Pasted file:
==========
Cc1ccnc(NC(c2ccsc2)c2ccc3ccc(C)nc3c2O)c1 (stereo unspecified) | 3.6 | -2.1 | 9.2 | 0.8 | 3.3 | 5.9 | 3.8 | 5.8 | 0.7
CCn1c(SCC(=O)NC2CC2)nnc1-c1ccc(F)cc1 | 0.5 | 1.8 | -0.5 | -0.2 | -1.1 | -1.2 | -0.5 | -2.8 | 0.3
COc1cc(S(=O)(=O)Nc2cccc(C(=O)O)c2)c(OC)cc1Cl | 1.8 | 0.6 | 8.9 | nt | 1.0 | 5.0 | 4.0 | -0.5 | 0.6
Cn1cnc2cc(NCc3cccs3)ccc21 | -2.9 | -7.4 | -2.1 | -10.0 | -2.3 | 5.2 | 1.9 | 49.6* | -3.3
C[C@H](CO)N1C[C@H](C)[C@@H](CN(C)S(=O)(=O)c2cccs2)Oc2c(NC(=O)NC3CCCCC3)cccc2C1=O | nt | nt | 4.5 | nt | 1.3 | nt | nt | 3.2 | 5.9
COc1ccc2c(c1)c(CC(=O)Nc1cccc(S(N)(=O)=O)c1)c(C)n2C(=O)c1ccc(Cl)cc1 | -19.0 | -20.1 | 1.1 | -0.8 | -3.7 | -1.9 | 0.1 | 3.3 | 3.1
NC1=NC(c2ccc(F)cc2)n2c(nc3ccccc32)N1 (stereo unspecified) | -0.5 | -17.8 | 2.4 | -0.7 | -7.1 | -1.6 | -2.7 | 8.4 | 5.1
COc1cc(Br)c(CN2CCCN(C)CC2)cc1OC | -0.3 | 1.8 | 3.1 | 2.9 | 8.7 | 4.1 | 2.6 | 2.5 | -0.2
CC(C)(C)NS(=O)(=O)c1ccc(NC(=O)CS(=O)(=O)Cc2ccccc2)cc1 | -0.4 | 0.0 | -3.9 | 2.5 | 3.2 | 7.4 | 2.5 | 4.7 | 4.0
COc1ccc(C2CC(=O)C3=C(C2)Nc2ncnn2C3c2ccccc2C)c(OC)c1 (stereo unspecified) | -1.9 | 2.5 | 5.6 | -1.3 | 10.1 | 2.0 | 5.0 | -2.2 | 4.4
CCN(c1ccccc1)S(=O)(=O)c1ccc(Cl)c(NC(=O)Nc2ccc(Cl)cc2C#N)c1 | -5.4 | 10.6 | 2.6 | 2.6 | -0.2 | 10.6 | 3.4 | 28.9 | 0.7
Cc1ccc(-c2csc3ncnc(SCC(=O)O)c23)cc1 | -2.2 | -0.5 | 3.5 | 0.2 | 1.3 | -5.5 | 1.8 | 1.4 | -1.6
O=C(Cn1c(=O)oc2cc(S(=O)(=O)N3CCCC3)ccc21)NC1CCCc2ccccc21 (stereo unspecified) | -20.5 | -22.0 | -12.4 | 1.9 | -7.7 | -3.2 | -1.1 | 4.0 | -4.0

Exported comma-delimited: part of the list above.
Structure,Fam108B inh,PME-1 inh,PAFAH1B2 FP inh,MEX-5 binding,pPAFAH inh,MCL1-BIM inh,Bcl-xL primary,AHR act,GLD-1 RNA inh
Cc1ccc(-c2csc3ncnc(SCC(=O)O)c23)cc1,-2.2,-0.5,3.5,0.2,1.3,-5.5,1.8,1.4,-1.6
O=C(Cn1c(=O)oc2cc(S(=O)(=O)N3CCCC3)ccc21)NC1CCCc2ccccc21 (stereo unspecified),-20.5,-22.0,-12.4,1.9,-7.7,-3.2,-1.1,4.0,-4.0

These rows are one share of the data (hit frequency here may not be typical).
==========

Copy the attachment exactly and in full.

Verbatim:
Cc1ccnc(NC(c2ccsc2)c2ccc3ccc(C)nc3c2O)c1 (stereo unspecified) | 3.6 | -2.1 | 9.2 | 0.8 | 3.3 | 5.9 | 3.8 | 5.8 | 0.7
CCn1c(SCC(=O)NC2CC2)nnc1-c1ccc(F)cc1 | 0.5 | 1.8 | -0.5 | -0.2 | -1.1 | -1.2 | -0.5 | -2.8 | 0.3
COc1cc(S(=O)(=O)Nc2cccc(C(=O)O)c2)c(OC)cc1Cl | 1.8 | 0.6 | 8.9 | nt | 1.0 | 5.0 | 4.0 | -0.5 | 0.6
Cn1cnc2cc(NCc3cccs3)ccc21 | -2.9 | -7.4 | -2.1 | -10.0 | -2.3 | 5.2 | 1.9 | 49.6* | -3.3
C[C@H](CO)N1C[C@H](C)[C@@H](CN(C)S(=O)(=O)c2cccs2)Oc2c(NC(=O)NC3CCCCC3)cccc2C1=O | nt | nt | 4.5 | nt | 1.3 | nt | nt | 3.2 | 5.9
COc1ccc2c(c1)c(CC(=O)Nc1cccc(S(N)(=O)=O)c1)c(C)n2C(=O)c1ccc(Cl)cc1 | -19.0 | -20.1 | 1.1 | -0.8 | -3.7 | -1.9 | 0.1 | 3.3 | 3.1
NC1=NC(c2ccc(F)cc2)n2c(nc3ccccc32)N1 (stereo unspecified) | -0.5 | -17.8 | 2.4 | -0.7 | -7.1 | -1.6 | -2.7 | 8.4 | 5.1
COc1cc(Br)c(CN2CCCN(C)CC2)cc1OC | -0.3 | 1.8 | 3.1 | 2.9 | 8.7 | 4.1 | 2.6 | 2.5 | -0.2
CC(C)(C)NS(=O)(=O)c1ccc(NC(=O)CS(=O)(=O)Cc2ccccc2)cc1 | -0.4 | 0.0 | -3.9 | 2.5 | 3.2 | 7.4 | 2.5 | 4.7 | 4.0
COc1ccc(C2CC(=O)C3=C(C2)Nc2ncnn2C3c2ccccc2C)c(OC)c1 (stereo unspecified) | -1.9 | 2.5 | 5.6 | -1.3 | 10.1 | 2.0 | 5.0 | -2.2 | 4.4
CCN(c1ccccc1)S(=O)(=O)c1ccc(Cl)c(NC(=O)Nc2ccc(Cl)cc2C#N)c1 | -5.4 | 10.6 | 2.6 | 2.6 | -0.2 | 10.6 | 3.4 | 28.9 | 0.7
Cc1ccc(-c2csc3ncnc(SCC(=O)O)c23)cc1 | -2.2 | -0.5 | 3.5 | 0.2 | 1.3 | -5.5 | 1.8 | 1.4 | -1.6
O=C(Cn1c(=O)oc2cc(S(=O)(=O)N3CCCC3)ccc21)NC1CCCc2ccccc21 (stereo unspecified) | -20.5 | -22.0 | -12.4 | 1.9 | -7.7 | -3.2 | -1.1 | 4.0 | -4.0

Exported comma-delimited: part of the list above.
Structure,Fam108B inh,PME-1 inh,PAFAH1B2 FP inh,MEX-5 binding,pPAFAH inh,MCL1-BIM inh,Bcl-xL primary,AHR act,GLD-1 RNA inh
Cc1ccc(-c2csc3ncnc(SCC(=O)O)c23)cc1,-2.2,-0.5,3.5,0.2,1.3,-5.5,1.8,1.4,-1.6
O=C(Cn1c(=O)oc2cc(S(=O)(=O)N3CCCC3)ccc21)NC1CCCc2ccccc21 (stereo unspecified),-20.5,-22.0,-12.4,1.9,-7.7,-3.2,-1.1,4.0,-4.0

These rows are one share of the data (hit frequency here may not be typical).